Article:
“How many eyes say my lighthouse torch without my knowing it?” wonders Capt. Giovanni Lupo. The “Stone Guest” of the Punta Libeccio lighthouse, Marettimo, Egadi islands, Sicily
Built in 1856 this lighthouse stand 74 meters above sea level and its rays meets the one of the Tunisi lighthouse of Cape Bon so the locals say the two lighthouses kiss each other every night. Yet, this “romantic virtual kiss” is not the only rumor about the Punta Libeccio lighthouse.
Located in a strategic position, designated for destruction by Nazi generals fiercely opposing American troop’s arrival in Sicily, the lighthouse witnessed many a shipwreck and many a corpse were found on its land. Many corpses remain unnamed and were buried in the local cemetery but rumor says they could not find rest and the peace a proper funeral would have provided. Ghosts of these lost souls were reported wandering around the lighthouse and even throwing small stones at the torch.
Hence, the lighthouse guardian started to dress the night dinner table for an invisible guest and this simple device stopped the ghostly visitors. The guardians regard these ghosts as friendly ones but the last lighthouse guardian never stopped the tradition, to be on the safe side.
The “Lanterna di Genova”, A Part of the City’s Identity. Lighthouse of Genova, in Genoa, North West Italy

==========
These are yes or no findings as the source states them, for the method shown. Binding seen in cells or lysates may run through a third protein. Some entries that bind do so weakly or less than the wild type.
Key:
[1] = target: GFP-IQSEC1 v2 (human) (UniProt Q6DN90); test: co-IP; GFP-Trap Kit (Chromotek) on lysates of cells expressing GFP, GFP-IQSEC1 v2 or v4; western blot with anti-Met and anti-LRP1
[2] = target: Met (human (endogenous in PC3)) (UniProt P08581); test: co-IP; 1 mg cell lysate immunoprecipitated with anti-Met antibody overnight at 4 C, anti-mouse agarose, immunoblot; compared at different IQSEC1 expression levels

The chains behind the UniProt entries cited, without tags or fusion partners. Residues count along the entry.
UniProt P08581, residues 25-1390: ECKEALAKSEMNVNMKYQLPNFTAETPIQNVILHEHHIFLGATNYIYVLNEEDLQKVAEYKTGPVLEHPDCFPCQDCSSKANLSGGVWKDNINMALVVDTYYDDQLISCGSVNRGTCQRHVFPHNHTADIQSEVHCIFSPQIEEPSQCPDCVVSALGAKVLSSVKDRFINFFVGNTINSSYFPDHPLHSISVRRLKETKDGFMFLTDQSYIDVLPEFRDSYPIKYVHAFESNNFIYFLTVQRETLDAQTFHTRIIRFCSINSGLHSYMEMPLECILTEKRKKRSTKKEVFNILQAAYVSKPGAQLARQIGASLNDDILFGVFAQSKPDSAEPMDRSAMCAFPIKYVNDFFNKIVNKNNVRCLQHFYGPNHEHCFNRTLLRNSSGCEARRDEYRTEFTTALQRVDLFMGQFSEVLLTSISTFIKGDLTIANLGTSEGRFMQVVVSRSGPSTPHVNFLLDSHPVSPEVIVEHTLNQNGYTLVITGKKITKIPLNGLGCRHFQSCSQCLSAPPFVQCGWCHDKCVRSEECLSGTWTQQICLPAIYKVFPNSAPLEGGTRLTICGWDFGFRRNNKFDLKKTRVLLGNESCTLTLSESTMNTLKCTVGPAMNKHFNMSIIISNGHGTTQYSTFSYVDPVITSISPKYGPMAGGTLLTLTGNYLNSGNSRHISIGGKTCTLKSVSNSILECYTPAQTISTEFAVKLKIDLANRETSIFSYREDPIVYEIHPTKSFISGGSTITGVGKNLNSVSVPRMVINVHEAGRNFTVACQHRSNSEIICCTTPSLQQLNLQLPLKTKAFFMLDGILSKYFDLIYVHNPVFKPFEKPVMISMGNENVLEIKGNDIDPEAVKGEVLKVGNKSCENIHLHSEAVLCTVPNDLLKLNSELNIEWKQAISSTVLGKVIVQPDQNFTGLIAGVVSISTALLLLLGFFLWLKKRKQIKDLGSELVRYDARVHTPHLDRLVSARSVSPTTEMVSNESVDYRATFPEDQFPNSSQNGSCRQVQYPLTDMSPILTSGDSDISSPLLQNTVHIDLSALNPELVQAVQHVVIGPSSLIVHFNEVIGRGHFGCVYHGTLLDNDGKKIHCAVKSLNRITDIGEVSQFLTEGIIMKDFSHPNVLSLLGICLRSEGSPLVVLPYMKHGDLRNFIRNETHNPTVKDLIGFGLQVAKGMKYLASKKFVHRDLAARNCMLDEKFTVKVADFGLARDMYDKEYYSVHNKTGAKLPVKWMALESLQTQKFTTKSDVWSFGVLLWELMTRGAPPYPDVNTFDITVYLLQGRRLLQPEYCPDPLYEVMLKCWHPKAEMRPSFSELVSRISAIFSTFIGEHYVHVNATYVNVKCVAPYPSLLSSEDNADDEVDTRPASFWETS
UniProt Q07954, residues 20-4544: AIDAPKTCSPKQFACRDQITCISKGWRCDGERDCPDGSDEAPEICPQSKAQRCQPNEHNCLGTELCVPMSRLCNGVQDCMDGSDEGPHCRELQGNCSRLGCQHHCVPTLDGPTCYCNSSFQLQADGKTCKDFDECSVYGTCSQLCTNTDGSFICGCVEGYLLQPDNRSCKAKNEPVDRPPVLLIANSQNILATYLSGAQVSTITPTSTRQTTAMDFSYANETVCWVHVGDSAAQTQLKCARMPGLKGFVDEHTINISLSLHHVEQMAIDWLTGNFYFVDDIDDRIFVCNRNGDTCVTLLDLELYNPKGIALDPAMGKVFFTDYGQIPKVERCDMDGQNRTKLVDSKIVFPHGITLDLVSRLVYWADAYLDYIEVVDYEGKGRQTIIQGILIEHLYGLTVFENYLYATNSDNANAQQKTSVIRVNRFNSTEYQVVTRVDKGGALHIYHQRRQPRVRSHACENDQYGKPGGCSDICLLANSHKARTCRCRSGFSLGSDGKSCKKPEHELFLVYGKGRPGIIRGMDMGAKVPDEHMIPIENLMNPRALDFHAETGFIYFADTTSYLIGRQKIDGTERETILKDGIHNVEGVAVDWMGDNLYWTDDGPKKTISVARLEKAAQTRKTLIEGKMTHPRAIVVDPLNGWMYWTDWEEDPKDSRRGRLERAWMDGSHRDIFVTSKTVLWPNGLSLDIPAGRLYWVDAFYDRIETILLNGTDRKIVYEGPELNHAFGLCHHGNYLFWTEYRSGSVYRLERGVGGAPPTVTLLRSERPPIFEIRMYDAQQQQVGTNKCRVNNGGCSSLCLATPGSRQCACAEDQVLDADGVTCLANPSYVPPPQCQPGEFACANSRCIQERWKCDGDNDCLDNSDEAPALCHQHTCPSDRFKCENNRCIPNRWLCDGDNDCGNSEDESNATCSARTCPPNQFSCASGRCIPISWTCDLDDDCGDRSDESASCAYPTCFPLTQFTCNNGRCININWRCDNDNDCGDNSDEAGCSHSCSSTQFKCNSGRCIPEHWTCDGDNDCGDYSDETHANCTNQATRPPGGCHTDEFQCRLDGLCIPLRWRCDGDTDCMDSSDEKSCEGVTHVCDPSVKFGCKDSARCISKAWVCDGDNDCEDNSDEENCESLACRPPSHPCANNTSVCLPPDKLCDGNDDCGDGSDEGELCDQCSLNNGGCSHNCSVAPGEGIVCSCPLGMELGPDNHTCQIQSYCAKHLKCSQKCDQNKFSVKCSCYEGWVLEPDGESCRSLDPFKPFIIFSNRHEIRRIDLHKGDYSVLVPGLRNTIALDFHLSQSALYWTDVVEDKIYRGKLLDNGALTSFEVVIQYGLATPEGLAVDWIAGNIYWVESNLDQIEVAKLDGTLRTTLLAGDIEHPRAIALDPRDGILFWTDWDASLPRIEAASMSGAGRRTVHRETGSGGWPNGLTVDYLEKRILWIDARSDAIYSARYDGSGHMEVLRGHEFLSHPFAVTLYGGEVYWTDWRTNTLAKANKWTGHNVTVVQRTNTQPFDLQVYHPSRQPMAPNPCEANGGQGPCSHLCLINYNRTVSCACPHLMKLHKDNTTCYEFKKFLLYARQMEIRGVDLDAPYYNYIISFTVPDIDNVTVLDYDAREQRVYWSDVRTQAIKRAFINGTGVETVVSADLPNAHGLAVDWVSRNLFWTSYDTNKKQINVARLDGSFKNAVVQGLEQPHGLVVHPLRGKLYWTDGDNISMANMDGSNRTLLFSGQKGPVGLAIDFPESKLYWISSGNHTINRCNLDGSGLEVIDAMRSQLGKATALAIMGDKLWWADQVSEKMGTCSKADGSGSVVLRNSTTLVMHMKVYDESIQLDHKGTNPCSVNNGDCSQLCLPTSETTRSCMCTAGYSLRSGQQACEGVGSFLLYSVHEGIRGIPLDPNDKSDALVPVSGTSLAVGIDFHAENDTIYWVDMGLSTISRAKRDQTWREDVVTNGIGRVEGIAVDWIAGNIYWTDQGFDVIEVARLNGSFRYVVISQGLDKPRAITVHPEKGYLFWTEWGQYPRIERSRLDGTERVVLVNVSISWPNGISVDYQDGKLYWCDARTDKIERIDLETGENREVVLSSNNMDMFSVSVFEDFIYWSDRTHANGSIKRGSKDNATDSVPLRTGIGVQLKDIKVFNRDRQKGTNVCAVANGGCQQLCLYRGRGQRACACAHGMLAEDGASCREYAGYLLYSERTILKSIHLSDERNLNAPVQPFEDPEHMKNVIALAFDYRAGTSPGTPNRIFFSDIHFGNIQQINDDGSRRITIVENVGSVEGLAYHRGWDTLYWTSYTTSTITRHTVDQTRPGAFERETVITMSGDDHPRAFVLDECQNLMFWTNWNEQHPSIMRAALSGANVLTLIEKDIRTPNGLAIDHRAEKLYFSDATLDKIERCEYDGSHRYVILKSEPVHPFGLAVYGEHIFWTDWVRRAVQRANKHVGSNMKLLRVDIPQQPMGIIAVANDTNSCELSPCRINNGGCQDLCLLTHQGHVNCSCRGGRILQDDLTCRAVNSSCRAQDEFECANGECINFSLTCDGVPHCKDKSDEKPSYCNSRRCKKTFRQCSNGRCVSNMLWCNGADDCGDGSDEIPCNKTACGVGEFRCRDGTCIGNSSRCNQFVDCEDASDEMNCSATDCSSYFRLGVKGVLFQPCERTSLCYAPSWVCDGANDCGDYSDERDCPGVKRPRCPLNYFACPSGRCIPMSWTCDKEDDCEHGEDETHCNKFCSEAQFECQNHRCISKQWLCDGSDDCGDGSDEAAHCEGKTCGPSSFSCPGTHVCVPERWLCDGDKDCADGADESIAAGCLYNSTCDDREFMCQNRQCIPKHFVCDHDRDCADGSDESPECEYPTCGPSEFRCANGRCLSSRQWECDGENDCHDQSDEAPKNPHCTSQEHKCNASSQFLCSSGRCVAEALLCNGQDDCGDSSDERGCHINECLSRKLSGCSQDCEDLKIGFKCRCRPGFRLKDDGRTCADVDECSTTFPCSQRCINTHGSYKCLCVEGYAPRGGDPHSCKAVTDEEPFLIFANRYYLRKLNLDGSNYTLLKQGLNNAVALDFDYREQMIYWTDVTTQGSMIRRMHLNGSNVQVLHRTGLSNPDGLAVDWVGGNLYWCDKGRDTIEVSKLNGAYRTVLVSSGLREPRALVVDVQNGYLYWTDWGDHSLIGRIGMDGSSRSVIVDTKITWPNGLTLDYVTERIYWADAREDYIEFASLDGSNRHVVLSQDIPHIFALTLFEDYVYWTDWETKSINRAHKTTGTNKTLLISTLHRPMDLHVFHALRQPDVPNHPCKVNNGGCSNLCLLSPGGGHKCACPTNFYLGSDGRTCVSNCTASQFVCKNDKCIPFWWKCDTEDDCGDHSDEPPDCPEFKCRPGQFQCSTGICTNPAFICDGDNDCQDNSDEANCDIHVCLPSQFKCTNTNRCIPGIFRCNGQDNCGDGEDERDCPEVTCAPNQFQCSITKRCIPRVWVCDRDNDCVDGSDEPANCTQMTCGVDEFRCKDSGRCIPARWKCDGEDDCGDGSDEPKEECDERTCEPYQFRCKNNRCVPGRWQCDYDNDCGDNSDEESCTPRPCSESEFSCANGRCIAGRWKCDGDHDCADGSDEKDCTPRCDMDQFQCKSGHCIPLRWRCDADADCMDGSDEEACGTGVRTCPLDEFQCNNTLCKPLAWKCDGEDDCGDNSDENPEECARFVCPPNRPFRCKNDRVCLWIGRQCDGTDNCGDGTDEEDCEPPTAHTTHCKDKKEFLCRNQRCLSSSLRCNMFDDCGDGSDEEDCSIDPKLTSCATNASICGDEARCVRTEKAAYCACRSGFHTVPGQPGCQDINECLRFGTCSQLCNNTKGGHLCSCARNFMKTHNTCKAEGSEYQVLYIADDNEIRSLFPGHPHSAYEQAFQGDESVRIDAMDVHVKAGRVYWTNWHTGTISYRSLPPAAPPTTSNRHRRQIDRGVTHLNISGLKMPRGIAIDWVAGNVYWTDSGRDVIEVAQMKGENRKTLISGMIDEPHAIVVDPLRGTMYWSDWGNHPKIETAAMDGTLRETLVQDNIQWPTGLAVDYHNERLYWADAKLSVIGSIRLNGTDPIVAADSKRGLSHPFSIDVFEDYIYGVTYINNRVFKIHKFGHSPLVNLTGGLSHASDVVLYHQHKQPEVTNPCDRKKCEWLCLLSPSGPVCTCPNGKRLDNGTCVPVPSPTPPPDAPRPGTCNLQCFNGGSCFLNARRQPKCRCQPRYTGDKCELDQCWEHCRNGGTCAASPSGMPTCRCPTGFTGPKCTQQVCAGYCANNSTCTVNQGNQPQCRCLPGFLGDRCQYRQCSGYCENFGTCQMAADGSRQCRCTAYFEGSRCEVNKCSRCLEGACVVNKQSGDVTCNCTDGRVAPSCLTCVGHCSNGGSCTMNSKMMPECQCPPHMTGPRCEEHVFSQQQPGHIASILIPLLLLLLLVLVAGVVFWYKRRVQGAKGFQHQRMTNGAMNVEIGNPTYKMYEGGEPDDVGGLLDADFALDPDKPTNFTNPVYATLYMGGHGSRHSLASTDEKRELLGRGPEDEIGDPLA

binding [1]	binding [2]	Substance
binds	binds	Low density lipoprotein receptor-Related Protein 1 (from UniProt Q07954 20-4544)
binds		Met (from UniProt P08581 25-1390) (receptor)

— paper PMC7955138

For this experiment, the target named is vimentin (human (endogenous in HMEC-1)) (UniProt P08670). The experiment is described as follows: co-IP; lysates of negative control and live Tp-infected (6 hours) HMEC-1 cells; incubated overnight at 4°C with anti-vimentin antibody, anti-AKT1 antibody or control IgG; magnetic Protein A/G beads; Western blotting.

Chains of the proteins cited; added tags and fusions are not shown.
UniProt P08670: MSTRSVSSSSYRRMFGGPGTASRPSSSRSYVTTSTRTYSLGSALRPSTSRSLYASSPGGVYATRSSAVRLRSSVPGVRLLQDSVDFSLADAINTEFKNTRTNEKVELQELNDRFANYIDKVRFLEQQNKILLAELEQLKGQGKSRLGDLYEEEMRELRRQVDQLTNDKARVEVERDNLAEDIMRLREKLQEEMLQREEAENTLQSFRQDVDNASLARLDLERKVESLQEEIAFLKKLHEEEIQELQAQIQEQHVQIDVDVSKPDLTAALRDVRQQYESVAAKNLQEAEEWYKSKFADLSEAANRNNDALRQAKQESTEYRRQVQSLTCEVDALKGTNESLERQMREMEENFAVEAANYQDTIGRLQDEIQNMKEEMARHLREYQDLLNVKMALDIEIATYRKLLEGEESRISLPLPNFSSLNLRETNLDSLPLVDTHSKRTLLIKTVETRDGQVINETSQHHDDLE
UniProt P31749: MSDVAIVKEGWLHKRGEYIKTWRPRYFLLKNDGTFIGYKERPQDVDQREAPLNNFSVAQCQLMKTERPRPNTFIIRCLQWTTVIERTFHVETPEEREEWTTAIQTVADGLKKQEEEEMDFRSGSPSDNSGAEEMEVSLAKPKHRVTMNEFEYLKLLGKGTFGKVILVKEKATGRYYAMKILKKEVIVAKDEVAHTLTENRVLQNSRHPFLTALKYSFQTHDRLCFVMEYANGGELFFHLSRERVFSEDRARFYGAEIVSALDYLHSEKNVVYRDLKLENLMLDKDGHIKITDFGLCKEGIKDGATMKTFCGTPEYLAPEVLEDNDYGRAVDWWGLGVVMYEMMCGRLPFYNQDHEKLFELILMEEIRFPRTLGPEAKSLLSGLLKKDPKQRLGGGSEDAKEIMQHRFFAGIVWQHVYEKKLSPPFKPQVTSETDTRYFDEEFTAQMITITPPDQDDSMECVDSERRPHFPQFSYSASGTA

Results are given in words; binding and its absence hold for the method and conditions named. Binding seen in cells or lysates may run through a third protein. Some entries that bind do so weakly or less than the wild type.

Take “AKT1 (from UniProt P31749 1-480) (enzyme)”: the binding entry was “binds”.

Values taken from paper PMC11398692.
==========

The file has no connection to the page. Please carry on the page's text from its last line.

Built in 1128 and destroyed on many an occasions it was finally rebuilt in 1543. Today visitors are welcome and you can challenge yourself climbing the 172 steps to the terrace high 72 meters above the sea. It is a good work out, wear your best athletic shoes and prepare for a delightful climb. Your efforts will be rewarded with an interesting view over the active port and the mountains surrounding the city.
The tower hosts a multimedia museum featuring approximately 150 films and documents about the city and its bustling harbor through the centuries.
Lighthous of Trieste, in Trieste, North East of Italy
Built from 1923 through 1929, it was symbolically aligned by the Italian King Vittorio Emanuele III to honor the World War One victims. The statue represents the “winged victory” at its pinnacle and the sculptor, Mr. Mayer, faced an unusual obstacle “the Bora”, a wind sweeping from North East. Last year the winds were clocked at 182 km/h which could have proved too much for the victory’s wings. Mr. Mayer’s graceful creation reached its peak by making those wings so flexible than when the Bora blows more than one citizen has said that the victory statue looks like a tall angel ready to start its flight over the Trieste gulf.
Once open to public and long considered a week end trip for Trieste families, it is now temporary closed to visits.